Since that deadly altercation, the Mar-a-Lago investigation has only deepened. In a filing Tuesday night, the DOJ said it had evidence that classified documents at Trump’s estate were “likely concealed and removed” before the FBI could retrieve them and that "efforts were likely taken to obstruct the government’s investigation."

Appearing on Fox News over the weekend, Graham, a former Air Force JAG and former Judiciary Committee chairman, twice said there will be “riots in the street” if the DOJ prosecutes Trump in connection with mishandling classified information. The Washington Post editorial board called his comments “dangerous” and “reckless” since he did not condemn the possibility of violence.

In a later Fox interview, Graham said he rejected violence.

Escobar, a former local judge, said she personally has seen how inflammatory rhetoric by Trump and his loyalists have led to violence. She blames Trump’s anti-immigrant rhetoric for the mass shooting that killed 23 people in a Walmart in her hometown of El Paso in 2019. Escobar was also trapped in the House chamber during the Jan. 6 attack that stemmed from Trump’s effort to overturn the 2020 election.

“He knows exactly what he’s doing. He is a dangerous man. He’s a very sick human being, and the people around him who are enabling him, they know what they are doing as well. And that means Lindsey Graham included,” Escobar said in a phone interview Wednesday.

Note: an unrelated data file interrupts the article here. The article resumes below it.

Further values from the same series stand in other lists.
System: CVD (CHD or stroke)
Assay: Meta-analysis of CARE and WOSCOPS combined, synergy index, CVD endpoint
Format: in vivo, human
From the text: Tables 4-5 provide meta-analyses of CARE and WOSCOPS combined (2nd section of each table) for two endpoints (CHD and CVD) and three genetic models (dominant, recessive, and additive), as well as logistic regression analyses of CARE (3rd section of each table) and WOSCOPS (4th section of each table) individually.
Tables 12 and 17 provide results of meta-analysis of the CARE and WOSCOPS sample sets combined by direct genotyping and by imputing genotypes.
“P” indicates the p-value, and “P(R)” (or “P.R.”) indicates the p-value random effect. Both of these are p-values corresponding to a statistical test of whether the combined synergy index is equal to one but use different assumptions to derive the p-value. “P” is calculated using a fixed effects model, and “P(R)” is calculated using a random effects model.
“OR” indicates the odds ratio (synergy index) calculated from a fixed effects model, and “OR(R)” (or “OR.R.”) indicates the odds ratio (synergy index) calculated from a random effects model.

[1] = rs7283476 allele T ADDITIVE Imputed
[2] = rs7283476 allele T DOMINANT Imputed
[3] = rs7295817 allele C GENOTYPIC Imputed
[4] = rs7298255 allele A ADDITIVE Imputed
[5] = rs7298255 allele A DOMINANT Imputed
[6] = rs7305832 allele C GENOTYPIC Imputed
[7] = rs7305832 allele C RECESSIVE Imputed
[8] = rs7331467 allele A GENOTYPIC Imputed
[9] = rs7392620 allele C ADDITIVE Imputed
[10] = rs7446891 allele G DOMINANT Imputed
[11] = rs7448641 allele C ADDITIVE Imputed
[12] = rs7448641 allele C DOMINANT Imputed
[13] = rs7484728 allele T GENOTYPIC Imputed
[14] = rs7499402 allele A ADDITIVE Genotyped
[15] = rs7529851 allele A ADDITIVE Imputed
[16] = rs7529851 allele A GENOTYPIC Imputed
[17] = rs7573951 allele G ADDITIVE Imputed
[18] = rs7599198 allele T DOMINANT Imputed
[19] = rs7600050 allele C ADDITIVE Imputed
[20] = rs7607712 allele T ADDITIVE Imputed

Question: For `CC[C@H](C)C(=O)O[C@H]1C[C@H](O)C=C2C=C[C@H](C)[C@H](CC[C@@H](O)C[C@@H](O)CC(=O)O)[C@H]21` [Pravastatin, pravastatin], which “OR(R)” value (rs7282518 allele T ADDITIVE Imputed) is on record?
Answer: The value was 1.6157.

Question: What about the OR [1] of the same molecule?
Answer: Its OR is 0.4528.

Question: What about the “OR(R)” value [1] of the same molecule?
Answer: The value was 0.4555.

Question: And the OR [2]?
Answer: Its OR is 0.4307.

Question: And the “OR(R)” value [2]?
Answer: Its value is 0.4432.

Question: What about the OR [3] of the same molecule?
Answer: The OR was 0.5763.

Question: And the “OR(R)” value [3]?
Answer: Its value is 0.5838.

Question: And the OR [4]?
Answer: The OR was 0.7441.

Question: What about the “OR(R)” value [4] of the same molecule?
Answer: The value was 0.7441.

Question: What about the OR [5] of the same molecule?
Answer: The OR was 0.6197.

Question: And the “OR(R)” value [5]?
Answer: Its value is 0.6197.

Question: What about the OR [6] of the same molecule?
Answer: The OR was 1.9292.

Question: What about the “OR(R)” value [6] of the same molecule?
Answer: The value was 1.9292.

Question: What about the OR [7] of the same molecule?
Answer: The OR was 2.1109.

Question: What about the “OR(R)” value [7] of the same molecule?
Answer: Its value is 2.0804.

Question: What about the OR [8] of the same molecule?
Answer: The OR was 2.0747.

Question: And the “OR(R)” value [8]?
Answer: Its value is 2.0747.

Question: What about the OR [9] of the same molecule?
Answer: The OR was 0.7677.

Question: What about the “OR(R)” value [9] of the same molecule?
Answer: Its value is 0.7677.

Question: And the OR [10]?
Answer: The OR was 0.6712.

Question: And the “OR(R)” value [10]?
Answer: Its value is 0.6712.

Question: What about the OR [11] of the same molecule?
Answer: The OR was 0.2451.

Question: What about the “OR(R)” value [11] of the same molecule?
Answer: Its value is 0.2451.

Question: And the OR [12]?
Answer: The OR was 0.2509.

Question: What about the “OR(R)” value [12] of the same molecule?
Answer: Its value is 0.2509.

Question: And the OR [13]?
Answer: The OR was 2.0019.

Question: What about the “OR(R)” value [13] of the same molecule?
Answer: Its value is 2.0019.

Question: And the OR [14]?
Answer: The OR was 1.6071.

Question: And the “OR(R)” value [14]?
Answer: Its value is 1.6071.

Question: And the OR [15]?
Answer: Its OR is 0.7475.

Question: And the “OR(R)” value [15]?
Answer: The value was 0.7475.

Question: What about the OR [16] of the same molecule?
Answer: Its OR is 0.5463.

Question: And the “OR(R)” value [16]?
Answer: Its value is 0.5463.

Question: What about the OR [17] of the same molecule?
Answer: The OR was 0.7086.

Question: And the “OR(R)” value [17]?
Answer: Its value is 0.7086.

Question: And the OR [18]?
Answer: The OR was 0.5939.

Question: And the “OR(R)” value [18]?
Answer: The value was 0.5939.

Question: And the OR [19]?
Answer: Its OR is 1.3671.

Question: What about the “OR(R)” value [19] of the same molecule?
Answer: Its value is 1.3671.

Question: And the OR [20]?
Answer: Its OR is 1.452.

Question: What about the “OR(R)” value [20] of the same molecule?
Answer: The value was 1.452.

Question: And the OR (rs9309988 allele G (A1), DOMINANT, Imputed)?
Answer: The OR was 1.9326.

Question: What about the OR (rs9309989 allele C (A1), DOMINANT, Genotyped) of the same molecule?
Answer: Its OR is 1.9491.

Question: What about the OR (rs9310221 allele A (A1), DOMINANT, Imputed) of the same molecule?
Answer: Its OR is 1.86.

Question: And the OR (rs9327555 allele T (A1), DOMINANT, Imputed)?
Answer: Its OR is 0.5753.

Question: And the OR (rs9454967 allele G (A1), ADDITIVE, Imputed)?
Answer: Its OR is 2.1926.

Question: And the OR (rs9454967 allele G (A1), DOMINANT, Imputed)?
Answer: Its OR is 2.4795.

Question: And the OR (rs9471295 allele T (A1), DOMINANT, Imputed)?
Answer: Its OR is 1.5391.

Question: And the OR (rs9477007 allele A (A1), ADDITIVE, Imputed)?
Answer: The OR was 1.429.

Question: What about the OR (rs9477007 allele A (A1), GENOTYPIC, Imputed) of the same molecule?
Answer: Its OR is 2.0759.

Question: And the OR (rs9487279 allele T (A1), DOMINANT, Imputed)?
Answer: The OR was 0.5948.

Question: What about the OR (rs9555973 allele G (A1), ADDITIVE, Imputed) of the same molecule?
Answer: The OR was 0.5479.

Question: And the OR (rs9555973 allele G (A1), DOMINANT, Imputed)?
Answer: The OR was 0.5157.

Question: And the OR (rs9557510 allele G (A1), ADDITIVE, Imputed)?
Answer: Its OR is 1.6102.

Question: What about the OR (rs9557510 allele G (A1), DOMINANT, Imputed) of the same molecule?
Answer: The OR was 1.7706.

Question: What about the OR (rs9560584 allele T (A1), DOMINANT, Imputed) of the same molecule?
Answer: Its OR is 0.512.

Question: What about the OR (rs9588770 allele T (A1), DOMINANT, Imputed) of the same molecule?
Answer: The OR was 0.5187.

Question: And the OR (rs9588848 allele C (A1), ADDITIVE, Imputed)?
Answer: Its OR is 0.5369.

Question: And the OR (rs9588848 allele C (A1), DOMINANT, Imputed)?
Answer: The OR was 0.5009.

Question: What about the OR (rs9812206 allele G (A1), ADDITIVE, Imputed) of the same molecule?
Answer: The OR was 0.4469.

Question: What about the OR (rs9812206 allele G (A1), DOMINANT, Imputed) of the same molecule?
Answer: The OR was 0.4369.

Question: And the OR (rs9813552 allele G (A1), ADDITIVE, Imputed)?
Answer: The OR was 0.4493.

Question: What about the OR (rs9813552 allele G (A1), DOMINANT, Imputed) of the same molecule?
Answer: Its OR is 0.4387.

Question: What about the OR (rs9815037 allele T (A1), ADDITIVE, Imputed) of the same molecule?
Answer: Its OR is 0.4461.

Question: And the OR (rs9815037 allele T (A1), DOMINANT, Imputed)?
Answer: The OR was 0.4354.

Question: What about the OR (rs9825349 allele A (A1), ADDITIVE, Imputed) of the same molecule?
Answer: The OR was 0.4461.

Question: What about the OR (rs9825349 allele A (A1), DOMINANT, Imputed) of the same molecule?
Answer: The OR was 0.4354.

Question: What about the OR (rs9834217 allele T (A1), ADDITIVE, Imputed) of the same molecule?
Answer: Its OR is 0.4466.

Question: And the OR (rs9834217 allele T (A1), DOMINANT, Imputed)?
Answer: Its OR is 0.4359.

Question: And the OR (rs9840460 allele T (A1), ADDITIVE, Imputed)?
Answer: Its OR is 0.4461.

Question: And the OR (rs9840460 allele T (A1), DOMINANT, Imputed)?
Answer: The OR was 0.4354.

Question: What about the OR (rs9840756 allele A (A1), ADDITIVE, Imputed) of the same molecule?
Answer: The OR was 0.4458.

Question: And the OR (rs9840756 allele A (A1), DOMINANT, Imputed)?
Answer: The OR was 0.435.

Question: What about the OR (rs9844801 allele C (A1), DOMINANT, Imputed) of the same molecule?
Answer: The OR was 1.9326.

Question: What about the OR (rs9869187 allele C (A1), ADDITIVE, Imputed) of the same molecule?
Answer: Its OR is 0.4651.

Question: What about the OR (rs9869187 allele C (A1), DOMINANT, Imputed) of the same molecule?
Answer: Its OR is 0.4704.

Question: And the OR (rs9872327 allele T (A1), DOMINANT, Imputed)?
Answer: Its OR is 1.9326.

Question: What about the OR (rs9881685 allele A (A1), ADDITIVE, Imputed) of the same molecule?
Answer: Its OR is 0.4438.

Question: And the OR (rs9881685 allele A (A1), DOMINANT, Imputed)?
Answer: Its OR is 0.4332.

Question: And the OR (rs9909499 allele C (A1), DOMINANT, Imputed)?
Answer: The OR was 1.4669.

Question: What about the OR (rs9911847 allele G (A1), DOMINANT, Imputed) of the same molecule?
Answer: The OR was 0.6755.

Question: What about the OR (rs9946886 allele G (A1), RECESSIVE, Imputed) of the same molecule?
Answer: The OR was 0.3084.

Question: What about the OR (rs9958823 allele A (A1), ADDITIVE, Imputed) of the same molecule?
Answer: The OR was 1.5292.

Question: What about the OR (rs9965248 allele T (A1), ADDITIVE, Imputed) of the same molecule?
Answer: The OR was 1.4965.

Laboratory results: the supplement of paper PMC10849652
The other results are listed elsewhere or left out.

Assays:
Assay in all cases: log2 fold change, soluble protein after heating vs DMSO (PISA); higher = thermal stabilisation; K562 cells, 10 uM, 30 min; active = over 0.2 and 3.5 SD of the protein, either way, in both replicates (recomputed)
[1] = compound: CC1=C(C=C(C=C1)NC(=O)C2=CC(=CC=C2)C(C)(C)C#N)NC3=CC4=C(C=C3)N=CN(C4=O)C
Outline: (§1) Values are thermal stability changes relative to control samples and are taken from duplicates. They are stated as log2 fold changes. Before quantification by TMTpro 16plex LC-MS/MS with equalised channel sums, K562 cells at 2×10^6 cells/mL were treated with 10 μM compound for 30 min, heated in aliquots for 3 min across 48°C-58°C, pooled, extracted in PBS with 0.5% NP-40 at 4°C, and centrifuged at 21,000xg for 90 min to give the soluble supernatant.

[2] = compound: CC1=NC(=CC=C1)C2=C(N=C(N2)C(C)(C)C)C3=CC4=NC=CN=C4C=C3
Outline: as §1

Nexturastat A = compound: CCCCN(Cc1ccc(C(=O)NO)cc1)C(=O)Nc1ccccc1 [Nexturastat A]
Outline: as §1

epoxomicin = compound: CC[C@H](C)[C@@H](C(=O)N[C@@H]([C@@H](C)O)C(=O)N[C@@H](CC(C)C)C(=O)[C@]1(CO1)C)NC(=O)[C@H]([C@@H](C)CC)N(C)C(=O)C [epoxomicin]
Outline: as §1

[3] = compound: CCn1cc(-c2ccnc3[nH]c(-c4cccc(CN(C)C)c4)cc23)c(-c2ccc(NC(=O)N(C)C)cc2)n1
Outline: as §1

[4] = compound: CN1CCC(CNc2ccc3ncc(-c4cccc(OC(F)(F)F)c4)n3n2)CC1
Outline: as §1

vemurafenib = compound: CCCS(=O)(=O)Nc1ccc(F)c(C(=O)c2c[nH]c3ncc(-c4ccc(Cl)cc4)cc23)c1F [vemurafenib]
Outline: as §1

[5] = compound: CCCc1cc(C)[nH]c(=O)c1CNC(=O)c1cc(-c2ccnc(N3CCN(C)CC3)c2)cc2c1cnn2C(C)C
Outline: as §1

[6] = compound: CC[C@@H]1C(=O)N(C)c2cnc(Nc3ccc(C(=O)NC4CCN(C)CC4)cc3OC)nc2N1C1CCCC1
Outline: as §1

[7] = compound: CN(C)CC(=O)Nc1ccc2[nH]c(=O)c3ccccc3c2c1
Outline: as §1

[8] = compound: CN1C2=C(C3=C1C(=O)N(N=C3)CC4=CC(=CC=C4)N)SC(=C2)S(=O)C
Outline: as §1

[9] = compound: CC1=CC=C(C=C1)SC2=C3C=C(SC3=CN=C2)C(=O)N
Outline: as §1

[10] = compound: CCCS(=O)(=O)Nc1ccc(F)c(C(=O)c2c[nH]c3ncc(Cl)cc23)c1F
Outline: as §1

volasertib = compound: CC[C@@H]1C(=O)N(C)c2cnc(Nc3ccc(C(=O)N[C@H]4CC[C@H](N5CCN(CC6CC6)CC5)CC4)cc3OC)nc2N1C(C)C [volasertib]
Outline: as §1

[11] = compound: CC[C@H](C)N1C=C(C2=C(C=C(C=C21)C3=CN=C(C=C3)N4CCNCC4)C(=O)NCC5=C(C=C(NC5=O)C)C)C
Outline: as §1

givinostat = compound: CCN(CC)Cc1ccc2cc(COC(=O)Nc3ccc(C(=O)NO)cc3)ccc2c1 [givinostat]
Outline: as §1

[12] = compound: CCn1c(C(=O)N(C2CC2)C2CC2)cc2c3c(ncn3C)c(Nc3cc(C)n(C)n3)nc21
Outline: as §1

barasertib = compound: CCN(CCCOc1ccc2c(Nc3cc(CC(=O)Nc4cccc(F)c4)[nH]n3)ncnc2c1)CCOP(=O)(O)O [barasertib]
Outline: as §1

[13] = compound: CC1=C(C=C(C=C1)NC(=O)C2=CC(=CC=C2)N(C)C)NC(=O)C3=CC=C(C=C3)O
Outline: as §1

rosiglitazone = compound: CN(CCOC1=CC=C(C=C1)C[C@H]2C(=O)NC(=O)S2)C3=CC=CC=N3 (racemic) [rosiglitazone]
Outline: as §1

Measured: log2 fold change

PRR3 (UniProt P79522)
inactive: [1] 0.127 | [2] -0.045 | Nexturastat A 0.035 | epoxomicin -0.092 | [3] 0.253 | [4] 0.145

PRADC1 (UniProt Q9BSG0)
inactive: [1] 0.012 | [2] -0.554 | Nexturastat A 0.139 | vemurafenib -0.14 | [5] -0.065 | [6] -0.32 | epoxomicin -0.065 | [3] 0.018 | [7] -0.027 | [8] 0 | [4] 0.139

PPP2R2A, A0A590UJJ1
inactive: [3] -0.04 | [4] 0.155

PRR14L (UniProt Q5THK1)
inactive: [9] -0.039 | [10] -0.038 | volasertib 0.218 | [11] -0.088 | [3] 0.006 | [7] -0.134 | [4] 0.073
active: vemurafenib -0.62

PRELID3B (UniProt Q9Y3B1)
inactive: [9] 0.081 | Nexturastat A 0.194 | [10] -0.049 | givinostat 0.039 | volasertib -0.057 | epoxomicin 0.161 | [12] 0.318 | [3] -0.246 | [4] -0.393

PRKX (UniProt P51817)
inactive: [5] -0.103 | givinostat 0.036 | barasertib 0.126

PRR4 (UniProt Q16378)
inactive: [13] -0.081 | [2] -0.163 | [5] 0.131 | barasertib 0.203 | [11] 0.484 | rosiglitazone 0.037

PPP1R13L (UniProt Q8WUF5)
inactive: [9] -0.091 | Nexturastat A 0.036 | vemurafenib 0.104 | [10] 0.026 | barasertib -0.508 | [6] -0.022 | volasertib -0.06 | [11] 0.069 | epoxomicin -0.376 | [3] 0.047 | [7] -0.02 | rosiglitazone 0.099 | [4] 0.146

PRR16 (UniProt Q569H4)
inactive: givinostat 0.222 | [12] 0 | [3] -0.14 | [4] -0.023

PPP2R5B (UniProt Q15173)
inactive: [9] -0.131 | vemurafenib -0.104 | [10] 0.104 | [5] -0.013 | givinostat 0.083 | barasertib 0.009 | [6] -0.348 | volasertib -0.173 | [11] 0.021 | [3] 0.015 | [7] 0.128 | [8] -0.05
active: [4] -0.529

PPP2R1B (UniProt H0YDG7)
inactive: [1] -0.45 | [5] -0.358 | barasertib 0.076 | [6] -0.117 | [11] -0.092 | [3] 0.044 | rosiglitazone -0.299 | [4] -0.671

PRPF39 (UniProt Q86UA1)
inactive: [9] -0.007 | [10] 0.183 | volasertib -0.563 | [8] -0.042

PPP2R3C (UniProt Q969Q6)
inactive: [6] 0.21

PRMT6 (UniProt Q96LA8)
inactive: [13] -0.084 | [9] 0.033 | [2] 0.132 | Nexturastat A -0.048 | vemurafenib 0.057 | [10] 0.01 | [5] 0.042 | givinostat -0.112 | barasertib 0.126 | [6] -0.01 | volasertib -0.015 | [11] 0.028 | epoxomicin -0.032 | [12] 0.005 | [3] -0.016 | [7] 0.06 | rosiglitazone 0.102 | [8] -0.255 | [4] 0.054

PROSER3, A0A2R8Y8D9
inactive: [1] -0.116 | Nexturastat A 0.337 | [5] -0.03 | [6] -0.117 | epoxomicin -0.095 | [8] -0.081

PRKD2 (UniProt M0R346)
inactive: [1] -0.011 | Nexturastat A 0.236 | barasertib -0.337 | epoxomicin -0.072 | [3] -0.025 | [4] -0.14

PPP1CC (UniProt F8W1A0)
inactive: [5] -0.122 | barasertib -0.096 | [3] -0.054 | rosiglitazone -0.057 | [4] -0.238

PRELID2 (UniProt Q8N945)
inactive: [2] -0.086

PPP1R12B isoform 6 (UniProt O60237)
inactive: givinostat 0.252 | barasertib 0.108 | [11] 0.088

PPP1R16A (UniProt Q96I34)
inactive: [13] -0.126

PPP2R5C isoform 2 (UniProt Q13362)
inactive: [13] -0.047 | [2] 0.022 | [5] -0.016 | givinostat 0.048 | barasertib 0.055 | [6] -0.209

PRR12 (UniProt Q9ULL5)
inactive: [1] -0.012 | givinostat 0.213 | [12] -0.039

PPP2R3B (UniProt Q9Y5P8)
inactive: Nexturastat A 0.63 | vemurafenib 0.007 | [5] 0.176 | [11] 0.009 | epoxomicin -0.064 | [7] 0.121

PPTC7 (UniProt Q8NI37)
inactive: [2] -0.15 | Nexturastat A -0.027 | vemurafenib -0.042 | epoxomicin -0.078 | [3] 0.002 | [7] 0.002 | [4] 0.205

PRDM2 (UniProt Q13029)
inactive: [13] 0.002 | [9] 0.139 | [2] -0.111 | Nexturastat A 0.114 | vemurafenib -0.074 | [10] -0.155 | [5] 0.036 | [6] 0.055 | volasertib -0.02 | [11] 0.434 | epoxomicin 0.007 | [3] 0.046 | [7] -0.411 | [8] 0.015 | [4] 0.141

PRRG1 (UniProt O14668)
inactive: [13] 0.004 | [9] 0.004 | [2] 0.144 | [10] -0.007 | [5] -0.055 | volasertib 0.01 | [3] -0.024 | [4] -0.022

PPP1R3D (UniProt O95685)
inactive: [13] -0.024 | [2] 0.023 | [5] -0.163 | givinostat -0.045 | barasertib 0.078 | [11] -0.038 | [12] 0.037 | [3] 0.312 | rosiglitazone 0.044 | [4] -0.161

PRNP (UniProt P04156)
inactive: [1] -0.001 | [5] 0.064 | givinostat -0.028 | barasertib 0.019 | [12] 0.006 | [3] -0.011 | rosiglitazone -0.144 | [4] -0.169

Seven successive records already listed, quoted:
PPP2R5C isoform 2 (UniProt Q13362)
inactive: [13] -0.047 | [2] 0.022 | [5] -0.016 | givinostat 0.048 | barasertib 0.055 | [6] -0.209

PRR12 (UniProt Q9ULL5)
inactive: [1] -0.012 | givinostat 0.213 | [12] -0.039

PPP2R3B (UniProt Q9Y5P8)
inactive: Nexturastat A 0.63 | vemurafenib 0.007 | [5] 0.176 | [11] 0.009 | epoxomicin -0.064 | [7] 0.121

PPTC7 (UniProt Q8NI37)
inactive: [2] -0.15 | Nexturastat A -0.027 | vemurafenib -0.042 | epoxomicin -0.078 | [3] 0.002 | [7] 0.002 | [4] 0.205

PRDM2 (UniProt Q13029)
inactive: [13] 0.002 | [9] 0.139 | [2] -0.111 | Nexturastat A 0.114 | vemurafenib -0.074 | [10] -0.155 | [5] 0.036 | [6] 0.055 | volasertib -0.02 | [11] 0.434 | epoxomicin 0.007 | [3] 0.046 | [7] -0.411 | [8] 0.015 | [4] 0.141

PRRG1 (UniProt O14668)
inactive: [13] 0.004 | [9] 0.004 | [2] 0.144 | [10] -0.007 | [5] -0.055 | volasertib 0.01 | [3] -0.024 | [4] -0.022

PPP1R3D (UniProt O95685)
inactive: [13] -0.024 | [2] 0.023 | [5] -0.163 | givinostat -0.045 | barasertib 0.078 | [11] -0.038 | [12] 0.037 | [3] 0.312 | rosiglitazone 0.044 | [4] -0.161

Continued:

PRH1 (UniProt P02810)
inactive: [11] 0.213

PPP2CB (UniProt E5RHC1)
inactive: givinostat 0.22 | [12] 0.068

Rep. Jim Jordan, R-Ohio, and other Republicans have knocked Biden for using incendiary rhetoric too while preaching unity; at a Democratic reception in Maryland, the president equated Trump and his acolytes to “semi-fascists.”

Recent Congresses have seen horrific violence. In January 2011, then-Rep. Gabby Giffords, D-Ariz., was nearly assassinated by a gunman outside a Safeway in Tucson. Eighteen others were shot at her constituent meeting, including six who died. In 2017, a gunman opened fire during a GOP congressional baseball practice in Virginia, nearly taking the life of Rep. Steve Scalise, R-La., then the majority whip.

On Twitter, Swalwell shared a memo sent by his aide — who has spent just one month on the job — that detailed the expletive-filled death threat made by the recent caller. “Mentioned he has guns and wants to ‘F--- him up,’” the aide wrote. “Also made a statement saying that he will come to the office, or to wherever he is at to hurt him. He will bring guns (AR-15s) to the office to kill him and f--- him up.”

A U.S. Capitol Police spokesperson had no comment on the Swalwell incident: “For safety reasons, the USCP does not discuss potential security measures for Members or any potential investigations.”

But the U.S. Capitol Police have seen a dramatic spike in incidents during the past five years. In 2017, Trump’s first year in office, police said they investigated 3,939 cases, including direct threats to lawmakers and “directions of interest,” which are characterized as concerning statements or actions. That number has grown every year, and in 2021, it stood at 9,625.

This article was originally published on NBCNews.com